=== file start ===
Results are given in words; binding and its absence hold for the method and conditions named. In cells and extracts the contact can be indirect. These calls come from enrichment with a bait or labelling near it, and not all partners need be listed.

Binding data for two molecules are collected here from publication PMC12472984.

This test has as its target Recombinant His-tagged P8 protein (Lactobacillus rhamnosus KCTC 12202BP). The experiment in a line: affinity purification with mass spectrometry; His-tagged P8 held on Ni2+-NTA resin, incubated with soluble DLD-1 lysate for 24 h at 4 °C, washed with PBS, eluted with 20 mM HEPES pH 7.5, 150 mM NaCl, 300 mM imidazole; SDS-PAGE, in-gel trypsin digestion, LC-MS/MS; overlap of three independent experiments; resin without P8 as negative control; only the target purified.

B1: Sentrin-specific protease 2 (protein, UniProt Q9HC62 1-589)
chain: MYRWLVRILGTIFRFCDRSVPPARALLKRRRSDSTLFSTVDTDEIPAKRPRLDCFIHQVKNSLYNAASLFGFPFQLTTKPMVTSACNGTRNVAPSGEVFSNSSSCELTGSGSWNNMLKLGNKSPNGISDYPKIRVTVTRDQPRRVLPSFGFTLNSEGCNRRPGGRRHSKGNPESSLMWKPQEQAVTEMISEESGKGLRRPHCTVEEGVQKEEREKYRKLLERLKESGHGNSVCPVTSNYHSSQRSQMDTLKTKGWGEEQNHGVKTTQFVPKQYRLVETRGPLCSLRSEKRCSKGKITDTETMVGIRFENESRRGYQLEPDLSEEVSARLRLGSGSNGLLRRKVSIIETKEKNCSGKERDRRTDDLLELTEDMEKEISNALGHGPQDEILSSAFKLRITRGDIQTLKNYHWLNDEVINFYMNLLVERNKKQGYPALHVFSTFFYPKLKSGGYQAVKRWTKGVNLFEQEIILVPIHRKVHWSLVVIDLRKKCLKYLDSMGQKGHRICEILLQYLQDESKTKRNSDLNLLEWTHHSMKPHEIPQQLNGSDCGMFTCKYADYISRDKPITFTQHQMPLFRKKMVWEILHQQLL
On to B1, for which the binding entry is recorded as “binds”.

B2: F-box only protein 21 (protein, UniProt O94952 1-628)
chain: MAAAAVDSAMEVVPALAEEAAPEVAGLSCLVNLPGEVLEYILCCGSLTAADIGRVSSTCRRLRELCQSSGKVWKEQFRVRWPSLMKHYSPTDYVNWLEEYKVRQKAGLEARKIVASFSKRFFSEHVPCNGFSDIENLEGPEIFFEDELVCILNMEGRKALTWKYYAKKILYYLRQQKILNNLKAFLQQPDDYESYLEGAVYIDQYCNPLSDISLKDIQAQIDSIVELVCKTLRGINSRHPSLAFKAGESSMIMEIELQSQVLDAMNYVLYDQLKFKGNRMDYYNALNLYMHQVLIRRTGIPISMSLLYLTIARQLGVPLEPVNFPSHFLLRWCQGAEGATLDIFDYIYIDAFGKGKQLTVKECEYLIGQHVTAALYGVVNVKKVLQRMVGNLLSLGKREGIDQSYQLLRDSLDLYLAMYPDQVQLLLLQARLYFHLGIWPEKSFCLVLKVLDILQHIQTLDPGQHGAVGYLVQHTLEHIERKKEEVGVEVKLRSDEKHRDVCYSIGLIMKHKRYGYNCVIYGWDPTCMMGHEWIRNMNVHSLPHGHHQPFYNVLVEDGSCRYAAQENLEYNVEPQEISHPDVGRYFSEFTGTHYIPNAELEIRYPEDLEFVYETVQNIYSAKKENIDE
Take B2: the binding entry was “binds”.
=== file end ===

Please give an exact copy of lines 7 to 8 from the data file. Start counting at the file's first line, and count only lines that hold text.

B2: F-box only protein 21 (protein, UniProt O94952 1-628)
chain: MAAAAVDSAMEVVPALAEEAAPEVAGLSCLVNLPGEVLEYILCCGSLTAADIGRVSSTCRRLRELCQSSGKVWKEQFRVRWPSLMKHYSPTDYVNWLEEYKVRQKAGLEARKIVASFSKRFFSEHVPCNGFSDIENLEGPEIFFEDELVCILNMEGRKALTWKYYAKKILYYLRQQKILNNLKAFLQQPDDYESYLEGAVYIDQYCNPLSDISLKDIQAQIDSIVELVCKTLRGINSRHPSLAFKAGESSMIMEIELQSQVLDAMNYVLYDQLKFKGNRMDYYNALNLYMHQVLIRRTGIPISMSLLYLTIARQLGVPLEPVNFPSHFLLRWCQGAEGATLDIFDYIYIDAFGKGKQLTVKECEYLIGQHVTAALYGVVNVKKVLQRMVGNLLSLGKREGIDQSYQLLRDSLDLYLAMYPDQVQLLLLQARLYFHLGIWPEKSFCLVLKVLDILQHIQTLDPGQHGAVGYLVQHTLEHIERKKEEVGVEVKLRSDEKHRDVCYSIGLIMKHKRYGYNCVIYGWDPTCMMGHEWIRNMNVHSLPHGHHQPFYNVLVEDGSCRYAAQENLEYNVEPQEISHPDVGRYFSEFTGTHYIPNAELEIRYPEDLEFVYETVQNIYSAKKENIDE